In my current job we’re using robot framework. My team is tasked with teaching others how to use it, and to build additional tools to make the process of test automation easier. I’m going to be writing some on the blog about this framework, so I thought I would give a very brief introduction and explain why robot is so compelling.
Robot framework is a generic keyword-driven testing framework specifically targeted at acceptance test driven development. Tests are plain text files using a simple tabular syntax. Because the test cases are plain text, you are free to use whatever tools you’re most comfortable with (Eclipse, Visual Studio,emacs, vim, Notepad++, etc).
Robot framework is written in python, is robust and mature, and under active development. There are several extensions you can use in your test cases (eg: selenium, database, etc), and there are robot-specific extensions for other popular tools (eg: jenkins, sublime text,
What do the tests look like?
There is no canonical example of a robot framework test. It supports multiple formats, including HTML, reStructuredText, plain text, and tab-separated data. Personally I prefer the plain text, pipe-delimited format. It’s very diff-and-merge friendly, easy to write and easy to read. Unlike with tab- and space-separated plain text, the division between cells in a test case are clearly visible.
Here’s an example from the robotframework.org web site, reformatted to the pipe-delimited format:
*** Settings ***
| ... | A test suite with a single test for valid login.
| ... |
| ... | This test has a workflow that is created using keywords in
| ... | the imported resource file.
| Resource | resource.txt
*** Test Cases ***
| Valid Login
| | Open Browser To Login Page
| | Input Username | demo
| | Input Password | mode
| | Submit Credentials
| | Welcome Page Should Be Open
| | [Teardown] | Close Browser
*** Test Cases *** heading, each line that begins with a single pipe denotes the name of a test case. Lines that begin with pipe-space-pipe-space are statements. Typically the first word will be a keyword (either a built-in keyword or a custom keyword), and remainging cells are keyword arguments.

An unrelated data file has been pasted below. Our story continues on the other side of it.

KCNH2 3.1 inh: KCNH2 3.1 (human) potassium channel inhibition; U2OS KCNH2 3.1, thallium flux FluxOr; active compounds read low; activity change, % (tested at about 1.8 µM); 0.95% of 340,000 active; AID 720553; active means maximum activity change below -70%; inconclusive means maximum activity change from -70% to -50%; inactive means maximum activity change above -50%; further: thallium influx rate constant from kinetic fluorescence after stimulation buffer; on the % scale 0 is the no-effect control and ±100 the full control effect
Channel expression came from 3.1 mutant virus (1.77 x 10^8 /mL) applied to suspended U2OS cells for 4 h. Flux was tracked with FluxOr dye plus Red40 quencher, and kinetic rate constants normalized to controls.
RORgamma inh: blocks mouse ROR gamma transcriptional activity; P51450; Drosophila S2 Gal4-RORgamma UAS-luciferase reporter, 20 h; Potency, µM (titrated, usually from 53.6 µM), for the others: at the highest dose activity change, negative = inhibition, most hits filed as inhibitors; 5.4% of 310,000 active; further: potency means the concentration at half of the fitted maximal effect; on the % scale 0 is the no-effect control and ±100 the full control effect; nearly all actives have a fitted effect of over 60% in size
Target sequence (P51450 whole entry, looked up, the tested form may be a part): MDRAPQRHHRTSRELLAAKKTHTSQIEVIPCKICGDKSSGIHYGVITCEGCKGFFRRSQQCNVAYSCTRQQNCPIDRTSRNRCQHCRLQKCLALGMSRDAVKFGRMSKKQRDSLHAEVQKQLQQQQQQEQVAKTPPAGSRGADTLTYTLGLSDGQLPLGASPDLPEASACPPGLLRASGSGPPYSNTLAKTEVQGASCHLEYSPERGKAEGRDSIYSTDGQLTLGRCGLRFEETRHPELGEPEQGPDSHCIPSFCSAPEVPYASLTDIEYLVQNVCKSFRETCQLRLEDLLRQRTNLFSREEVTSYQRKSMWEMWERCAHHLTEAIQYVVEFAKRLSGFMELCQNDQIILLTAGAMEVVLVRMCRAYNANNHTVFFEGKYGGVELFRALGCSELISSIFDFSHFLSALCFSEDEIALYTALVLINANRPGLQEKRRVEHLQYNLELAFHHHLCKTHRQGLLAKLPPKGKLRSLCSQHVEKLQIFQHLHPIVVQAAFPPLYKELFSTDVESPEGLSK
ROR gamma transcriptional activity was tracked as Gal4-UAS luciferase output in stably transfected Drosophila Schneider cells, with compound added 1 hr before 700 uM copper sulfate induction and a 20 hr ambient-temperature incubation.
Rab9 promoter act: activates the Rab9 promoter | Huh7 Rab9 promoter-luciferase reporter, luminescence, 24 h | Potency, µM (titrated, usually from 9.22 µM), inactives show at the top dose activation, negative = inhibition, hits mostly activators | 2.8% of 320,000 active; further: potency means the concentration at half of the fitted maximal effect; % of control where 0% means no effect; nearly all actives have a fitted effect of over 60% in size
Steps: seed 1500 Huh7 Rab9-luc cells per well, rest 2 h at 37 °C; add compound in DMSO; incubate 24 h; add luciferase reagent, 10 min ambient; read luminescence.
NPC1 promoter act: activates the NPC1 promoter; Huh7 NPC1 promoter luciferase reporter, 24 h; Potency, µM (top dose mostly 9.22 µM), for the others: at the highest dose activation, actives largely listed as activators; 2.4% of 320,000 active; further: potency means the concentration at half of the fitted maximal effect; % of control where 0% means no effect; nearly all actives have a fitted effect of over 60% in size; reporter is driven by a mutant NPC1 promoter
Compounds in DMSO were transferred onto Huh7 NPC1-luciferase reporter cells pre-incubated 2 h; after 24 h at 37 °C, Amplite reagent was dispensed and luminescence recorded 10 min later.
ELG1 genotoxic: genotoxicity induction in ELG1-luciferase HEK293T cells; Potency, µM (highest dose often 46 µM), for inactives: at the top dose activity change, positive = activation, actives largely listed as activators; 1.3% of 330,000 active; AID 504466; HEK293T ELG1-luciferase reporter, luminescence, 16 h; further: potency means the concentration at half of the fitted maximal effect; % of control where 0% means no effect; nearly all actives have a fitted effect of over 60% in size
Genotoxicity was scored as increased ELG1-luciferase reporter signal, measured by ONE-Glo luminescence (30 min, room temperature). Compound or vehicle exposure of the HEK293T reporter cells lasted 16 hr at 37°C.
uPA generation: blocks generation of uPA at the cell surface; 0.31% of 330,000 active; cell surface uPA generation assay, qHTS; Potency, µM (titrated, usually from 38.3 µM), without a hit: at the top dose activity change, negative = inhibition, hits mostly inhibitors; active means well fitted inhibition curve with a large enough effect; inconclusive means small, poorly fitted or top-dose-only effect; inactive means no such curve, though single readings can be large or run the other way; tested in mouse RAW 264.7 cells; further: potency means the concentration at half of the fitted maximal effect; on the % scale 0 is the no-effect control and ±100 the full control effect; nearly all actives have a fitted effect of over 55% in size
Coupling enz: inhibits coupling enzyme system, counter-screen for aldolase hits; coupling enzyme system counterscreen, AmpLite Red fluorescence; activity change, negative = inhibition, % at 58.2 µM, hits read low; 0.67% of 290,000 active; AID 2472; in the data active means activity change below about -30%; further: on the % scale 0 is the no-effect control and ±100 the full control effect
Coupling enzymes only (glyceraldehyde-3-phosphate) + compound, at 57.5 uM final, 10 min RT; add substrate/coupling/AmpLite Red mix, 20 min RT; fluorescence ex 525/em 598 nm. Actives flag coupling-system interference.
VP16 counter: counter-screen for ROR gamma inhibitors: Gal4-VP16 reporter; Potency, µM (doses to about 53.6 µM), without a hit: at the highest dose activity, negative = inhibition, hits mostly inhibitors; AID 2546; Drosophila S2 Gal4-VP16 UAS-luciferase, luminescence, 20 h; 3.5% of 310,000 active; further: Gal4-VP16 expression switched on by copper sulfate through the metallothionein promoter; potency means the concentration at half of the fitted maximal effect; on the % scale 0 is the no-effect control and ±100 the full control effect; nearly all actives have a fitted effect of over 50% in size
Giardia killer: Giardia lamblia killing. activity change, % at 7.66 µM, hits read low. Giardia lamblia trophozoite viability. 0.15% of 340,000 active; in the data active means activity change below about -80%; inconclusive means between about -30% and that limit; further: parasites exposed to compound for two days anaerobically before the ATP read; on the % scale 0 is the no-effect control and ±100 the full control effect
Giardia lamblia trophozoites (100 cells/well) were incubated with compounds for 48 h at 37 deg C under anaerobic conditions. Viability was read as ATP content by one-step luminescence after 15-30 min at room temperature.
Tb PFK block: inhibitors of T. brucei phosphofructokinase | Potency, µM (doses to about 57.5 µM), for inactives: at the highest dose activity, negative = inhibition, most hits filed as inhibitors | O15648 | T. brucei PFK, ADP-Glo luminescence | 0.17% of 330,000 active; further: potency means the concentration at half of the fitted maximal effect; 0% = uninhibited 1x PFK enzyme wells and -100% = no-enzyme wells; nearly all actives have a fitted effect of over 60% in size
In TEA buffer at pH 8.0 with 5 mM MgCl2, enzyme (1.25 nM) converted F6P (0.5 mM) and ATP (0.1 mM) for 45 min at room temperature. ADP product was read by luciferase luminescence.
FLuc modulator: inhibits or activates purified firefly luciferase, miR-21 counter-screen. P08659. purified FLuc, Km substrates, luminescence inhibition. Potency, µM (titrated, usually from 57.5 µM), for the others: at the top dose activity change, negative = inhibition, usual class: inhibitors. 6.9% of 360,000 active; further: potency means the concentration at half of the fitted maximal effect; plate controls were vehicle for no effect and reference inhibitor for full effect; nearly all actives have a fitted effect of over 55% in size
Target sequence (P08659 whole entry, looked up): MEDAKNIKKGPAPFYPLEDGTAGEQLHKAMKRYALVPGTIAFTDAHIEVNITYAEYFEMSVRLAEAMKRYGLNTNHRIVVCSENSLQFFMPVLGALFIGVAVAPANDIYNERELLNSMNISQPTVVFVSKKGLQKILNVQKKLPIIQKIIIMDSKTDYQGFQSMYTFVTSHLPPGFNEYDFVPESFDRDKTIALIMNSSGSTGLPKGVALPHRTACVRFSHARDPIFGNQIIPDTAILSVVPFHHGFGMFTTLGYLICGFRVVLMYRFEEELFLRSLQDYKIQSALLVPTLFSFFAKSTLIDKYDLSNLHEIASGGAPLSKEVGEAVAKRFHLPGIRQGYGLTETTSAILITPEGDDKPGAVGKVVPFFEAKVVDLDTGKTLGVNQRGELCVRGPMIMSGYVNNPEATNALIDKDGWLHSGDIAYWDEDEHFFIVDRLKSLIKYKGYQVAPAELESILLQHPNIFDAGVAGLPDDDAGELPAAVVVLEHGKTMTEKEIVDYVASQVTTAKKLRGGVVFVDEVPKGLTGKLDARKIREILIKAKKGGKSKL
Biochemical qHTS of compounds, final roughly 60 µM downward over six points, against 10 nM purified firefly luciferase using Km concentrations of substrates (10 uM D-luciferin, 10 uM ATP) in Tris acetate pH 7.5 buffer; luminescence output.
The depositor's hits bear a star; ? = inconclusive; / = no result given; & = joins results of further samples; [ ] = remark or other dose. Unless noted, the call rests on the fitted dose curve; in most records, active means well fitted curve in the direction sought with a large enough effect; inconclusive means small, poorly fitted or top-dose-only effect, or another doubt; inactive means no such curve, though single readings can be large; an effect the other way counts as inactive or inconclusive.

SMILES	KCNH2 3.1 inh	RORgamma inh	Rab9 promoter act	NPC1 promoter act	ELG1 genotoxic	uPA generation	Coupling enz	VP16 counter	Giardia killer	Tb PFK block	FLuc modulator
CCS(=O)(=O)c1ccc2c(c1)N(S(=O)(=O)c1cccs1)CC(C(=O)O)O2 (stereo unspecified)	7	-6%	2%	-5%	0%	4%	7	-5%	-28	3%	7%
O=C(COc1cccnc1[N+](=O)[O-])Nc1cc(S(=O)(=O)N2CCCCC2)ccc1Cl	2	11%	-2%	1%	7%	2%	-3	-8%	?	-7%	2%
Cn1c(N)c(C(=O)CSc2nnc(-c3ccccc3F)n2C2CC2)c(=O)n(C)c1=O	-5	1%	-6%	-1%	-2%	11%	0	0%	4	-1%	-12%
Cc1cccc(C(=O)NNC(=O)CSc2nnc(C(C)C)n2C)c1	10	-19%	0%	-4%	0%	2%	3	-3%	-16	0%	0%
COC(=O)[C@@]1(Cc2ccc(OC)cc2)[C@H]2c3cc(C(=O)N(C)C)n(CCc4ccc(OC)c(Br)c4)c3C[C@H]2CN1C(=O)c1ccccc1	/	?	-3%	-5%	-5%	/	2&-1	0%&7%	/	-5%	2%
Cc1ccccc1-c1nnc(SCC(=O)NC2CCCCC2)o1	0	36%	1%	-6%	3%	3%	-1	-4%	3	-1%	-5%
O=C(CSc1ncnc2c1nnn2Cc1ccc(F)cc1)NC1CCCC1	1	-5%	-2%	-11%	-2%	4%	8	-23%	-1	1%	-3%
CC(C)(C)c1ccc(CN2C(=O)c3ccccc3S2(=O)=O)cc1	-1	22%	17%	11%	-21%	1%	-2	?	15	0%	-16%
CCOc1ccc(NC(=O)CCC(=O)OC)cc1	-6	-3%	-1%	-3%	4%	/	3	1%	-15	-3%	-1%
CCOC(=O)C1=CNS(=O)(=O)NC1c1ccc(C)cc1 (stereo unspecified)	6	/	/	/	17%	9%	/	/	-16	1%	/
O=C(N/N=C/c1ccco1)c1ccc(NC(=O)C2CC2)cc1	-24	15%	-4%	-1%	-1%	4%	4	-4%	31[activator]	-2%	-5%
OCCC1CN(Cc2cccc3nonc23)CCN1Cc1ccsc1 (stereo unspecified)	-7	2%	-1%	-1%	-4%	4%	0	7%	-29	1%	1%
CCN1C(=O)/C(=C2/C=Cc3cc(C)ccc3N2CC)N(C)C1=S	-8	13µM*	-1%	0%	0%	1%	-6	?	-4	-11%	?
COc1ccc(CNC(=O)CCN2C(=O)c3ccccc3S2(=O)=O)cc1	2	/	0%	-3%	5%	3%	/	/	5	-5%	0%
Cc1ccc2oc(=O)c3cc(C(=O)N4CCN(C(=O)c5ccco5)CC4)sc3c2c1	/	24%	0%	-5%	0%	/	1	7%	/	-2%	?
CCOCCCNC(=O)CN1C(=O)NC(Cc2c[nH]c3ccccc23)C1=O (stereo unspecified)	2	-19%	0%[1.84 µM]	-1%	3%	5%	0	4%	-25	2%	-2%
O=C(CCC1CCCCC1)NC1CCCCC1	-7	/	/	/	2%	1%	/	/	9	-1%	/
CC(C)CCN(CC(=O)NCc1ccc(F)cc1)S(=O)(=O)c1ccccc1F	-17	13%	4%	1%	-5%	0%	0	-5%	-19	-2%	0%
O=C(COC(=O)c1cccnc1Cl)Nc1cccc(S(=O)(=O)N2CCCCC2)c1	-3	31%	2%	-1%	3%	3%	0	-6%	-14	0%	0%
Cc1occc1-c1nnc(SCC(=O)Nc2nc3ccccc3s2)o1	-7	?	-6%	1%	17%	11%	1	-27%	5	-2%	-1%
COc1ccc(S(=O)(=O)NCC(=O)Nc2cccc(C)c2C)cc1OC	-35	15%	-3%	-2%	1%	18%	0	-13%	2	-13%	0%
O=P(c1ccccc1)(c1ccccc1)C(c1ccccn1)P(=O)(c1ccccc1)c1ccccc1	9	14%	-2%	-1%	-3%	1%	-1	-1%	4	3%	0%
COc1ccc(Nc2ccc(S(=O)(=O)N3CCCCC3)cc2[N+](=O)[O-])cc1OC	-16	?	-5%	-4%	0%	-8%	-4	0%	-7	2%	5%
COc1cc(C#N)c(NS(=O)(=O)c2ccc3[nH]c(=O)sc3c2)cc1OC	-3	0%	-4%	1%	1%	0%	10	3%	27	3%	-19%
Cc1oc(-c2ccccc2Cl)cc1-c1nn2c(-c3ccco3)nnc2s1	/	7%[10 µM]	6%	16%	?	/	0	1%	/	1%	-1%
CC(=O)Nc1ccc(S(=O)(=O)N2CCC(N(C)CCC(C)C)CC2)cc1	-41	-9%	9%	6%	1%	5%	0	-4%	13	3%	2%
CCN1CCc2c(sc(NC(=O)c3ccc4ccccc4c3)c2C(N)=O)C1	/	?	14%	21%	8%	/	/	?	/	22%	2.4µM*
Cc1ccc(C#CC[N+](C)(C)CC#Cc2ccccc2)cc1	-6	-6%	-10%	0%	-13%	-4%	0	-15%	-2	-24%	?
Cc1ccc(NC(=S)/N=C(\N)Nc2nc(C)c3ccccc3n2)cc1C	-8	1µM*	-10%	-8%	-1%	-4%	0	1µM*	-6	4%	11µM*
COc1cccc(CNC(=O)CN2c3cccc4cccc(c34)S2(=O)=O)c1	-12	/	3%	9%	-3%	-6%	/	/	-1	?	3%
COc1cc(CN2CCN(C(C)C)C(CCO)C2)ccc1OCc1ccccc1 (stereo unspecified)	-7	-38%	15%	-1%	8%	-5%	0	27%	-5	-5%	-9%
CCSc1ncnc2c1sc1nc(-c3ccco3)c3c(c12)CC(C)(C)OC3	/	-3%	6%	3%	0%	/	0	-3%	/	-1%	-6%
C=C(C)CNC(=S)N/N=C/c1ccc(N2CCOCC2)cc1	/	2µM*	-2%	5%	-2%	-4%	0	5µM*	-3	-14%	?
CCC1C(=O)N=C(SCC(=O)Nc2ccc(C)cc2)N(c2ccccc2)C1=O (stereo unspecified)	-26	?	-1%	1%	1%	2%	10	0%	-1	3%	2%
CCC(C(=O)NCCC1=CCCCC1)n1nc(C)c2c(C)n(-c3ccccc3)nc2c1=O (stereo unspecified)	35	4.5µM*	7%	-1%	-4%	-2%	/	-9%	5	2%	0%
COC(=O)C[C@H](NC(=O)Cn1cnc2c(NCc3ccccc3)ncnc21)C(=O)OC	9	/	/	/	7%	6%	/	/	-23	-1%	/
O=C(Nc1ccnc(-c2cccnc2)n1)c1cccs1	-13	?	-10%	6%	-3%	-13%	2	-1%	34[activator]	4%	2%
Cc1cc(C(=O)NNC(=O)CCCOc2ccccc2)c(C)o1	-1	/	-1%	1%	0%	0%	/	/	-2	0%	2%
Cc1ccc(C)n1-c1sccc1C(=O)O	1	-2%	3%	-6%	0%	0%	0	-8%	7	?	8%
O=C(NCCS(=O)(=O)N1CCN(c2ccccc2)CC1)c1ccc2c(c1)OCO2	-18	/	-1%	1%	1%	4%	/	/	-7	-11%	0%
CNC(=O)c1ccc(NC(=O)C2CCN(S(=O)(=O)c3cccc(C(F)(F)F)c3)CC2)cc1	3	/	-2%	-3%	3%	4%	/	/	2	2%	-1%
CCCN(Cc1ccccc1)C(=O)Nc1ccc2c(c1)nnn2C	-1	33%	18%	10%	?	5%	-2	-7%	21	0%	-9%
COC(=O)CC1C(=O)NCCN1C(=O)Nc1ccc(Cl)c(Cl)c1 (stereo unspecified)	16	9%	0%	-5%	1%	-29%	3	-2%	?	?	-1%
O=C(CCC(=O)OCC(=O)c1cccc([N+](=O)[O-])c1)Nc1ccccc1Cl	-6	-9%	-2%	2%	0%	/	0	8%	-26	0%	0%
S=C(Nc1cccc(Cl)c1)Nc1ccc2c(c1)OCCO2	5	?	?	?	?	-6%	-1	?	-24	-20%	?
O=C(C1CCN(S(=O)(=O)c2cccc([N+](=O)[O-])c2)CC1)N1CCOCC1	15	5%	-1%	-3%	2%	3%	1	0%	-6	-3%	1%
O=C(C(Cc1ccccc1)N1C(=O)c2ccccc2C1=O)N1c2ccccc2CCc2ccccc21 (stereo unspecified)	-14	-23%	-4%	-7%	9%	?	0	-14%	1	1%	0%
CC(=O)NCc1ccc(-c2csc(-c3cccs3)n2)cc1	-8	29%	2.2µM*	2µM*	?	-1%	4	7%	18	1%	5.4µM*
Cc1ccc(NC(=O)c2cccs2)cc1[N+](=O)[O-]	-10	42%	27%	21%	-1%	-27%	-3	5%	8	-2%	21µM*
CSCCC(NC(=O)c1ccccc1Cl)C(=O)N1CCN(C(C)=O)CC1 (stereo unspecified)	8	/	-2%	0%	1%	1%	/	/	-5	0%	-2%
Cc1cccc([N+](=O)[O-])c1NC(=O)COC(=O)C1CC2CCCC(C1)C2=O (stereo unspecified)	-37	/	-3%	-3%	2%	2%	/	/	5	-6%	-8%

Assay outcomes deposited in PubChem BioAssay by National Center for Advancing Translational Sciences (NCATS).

That’s about all there is to it — very straight-forward, easy to read and easy to write.
What can the framework be used for?
The robot framework isn’t just for testing python code. It can be used for a variety of testing tasks, including:
- RESTful API testing
- SOAP service testing
- Website testing
- Database testing
- Desktop application testing
- Mobile application testing (with selenium and 3rd party drivers)
- Unit and integration testing (though, there are often better tools
for that job)
- Manual testing – scenarios can be written as if they were automated,
they can prompt the user rather than perform a task.
As you can see, it can be useful for a wide variety of testing tasks. Now, it might not always be the best solution for any one of those areas but it’s one of the few tools that can be used for just about all testing tasks. This means you have a single test syntax to learn, a single reporting structure, a single way to tag and manage tests, and so on.
Other things I like about the framework:
- Robot framework is written in python, and libraries can be written
in python. Anything you can do with python, you can do in a test
case. This makes it very easy to extend to do a variety of tasks.
- Robot framework has a remote library interface, which means you can write keywords
in any language that can open a socket (.NET, java, C, etc).
- Robot test suites are plain utf-8 text. This means they play nicely
with source control, making it easy to diff and merge
- You have the choice of writing tests in a BDD (given/when/then)
style, a procedural style, or in a data driven style. Work the way
you want, rather than be forced into a particular style of test.
- it has a powerful tagging mechanism
- it has a powerful system for streaming test results to other tools
and dashboards (called “listeners” if you want to look it up in the
Robot framework is a really good testing framework, if your goals are
to use a single framework for a variety of testing and if you want to
use a keyword driven approach. The fact that it’s easily extensible
with python and that it plays well with tools you probably already use makes
it a very pragmatic choice for a large variety of testing tasks.
The robot framework project has fairly comprehensive documentation. To
get started, visit http://www.robotframework.org